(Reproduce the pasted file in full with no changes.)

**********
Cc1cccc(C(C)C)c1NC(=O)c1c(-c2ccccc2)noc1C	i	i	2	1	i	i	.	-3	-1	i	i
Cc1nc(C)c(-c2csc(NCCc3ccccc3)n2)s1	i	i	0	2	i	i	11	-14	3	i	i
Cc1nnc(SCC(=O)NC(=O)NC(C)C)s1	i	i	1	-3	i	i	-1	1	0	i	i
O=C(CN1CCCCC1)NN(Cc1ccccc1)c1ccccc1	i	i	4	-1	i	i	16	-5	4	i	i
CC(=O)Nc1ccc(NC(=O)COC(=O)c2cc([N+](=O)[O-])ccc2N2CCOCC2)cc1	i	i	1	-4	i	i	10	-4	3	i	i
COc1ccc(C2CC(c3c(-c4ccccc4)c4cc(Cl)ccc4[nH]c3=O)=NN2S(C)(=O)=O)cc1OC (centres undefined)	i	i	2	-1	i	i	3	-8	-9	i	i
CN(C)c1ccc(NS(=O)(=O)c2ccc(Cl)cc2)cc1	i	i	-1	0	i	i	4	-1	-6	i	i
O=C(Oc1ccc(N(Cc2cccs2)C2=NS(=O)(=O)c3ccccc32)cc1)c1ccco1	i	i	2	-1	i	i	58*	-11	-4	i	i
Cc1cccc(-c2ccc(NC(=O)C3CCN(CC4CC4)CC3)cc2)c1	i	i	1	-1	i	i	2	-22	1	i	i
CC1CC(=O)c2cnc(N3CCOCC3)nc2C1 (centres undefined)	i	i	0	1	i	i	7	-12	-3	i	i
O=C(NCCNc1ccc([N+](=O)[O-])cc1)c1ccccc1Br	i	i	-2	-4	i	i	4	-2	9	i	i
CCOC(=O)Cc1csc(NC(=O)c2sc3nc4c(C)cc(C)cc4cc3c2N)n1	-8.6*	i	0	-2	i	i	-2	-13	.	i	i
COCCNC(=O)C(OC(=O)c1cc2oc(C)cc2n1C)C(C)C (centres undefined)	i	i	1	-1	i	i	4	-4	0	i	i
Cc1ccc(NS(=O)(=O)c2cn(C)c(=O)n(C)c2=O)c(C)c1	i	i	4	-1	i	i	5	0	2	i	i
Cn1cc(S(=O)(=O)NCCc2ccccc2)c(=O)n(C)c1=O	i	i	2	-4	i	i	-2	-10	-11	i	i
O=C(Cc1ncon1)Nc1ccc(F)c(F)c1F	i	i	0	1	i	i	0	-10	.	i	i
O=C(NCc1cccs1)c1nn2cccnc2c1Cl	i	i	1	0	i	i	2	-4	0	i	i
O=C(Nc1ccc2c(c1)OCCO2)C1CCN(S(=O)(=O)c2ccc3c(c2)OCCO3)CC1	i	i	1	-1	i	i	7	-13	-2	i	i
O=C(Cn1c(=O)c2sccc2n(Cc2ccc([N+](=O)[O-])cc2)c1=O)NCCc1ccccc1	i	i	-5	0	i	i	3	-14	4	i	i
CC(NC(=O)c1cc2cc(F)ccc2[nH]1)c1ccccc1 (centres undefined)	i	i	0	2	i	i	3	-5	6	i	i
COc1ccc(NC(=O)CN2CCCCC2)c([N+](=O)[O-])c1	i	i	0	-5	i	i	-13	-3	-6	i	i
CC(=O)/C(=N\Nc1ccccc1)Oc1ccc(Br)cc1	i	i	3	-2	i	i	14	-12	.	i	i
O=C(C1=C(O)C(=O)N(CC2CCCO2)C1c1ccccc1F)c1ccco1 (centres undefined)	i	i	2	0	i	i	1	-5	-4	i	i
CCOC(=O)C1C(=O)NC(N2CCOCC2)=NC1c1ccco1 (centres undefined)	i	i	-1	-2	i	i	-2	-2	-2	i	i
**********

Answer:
Cc1cccc(C(C)C)c1NC(=O)c1c(-c2ccccc2)noc1C	i	i	2	1	i	i	.	-3	-1	i	i
Cc1nc(C)c(-c2csc(NCCc3ccccc3)n2)s1	i	i	0	2	i	i	11	-14	3	i	i
Cc1nnc(SCC(=O)NC(=O)NC(C)C)s1	i	i	1	-3	i	i	-1	1	0	i	i
O=C(CN1CCCCC1)NN(Cc1ccccc1)c1ccccc1	i	i	4	-1	i	i	16	-5	4	i	i
CC(=O)Nc1ccc(NC(=O)COC(=O)c2cc([N+](=O)[O-])ccc2N2CCOCC2)cc1	i	i	1	-4	i	i	10	-4	3	i	i
COc1ccc(C2CC(c3c(-c4ccccc4)c4cc(Cl)ccc4[nH]c3=O)=NN2S(C)(=O)=O)cc1OC (centres undefined)	i	i	2	-1	i	i	3	-8	-9	i	i
CN(C)c1ccc(NS(=O)(=O)c2ccc(Cl)cc2)cc1	i	i	-1	0	i	i	4	-1	-6	i	i
O=C(Oc1ccc(N(Cc2cccs2)C2=NS(=O)(=O)c3ccccc32)cc1)c1ccco1	i	i	2	-1	i	i	58*	-11	-4	i	i
Cc1cccc(-c2ccc(NC(=O)C3CCN(CC4CC4)CC3)cc2)c1	i	i	1	-1	i	i	2	-22	1	i	i
CC1CC(=O)c2cnc(N3CCOCC3)nc2C1 (centres undefined)	i	i	0	1	i	i	7	-12	-3	i	i
O=C(NCCNc1ccc([N+](=O)[O-])cc1)c1ccccc1Br	i	i	-2	-4	i	i	4	-2	9	i	i
CCOC(=O)Cc1csc(NC(=O)c2sc3nc4c(C)cc(C)cc4cc3c2N)n1	-8.6*	i	0	-2	i	i	-2	-13	.	i	i
COCCNC(=O)C(OC(=O)c1cc2oc(C)cc2n1C)C(C)C (centres undefined)	i	i	1	-1	i	i	4	-4	0	i	i
Cc1ccc(NS(=O)(=O)c2cn(C)c(=O)n(C)c2=O)c(C)c1	i	i	4	-1	i	i	5	0	2	i	i
Cn1cc(S(=O)(=O)NCCc2ccccc2)c(=O)n(C)c1=O	i	i	2	-4	i	i	-2	-10	-11	i	i
O=C(Cc1ncon1)Nc1ccc(F)c(F)c1F	i	i	0	1	i	i	0	-10	.	i	i
O=C(NCc1cccs1)c1nn2cccnc2c1Cl	i	i	1	0	i	i	2	-4	0	i	i
O=C(Nc1ccc2c(c1)OCCO2)C1CCN(S(=O)(=O)c2ccc3c(c2)OCCO3)CC1	i	i	1	-1	i	i	7	-13	-2	i	i
O=C(Cn1c(=O)c2sccc2n(Cc2ccc([N+](=O)[O-])cc2)c1=O)NCCc1ccccc1	i	i	-5	0	i	i	3	-14	4	i	i
CC(NC(=O)c1cc2cc(F)ccc2[nH]1)c1ccccc1 (centres undefined)	i	i	0	2	i	i	3	-5	6	i	i
COc1ccc(NC(=O)CN2CCCCC2)c([N+](=O)[O-])c1	i	i	0	-5	i	i	-13	-3	-6	i	i
CC(=O)/C(=N\Nc1ccccc1)Oc1ccc(Br)cc1	i	i	3	-2	i	i	14	-12	.	i	i
O=C(C1=C(O)C(=O)N(CC2CCCO2)C1c1ccccc1F)c1ccco1 (centres undefined)	i	i	2	0	i	i	1	-5	-4	i	i
CCOC(=O)C1C(=O)NC(N2CCOCC2)=NC1c1ccco1 (centres undefined)	i	i	-1	-2	i	i	-2	-2	-2	i	i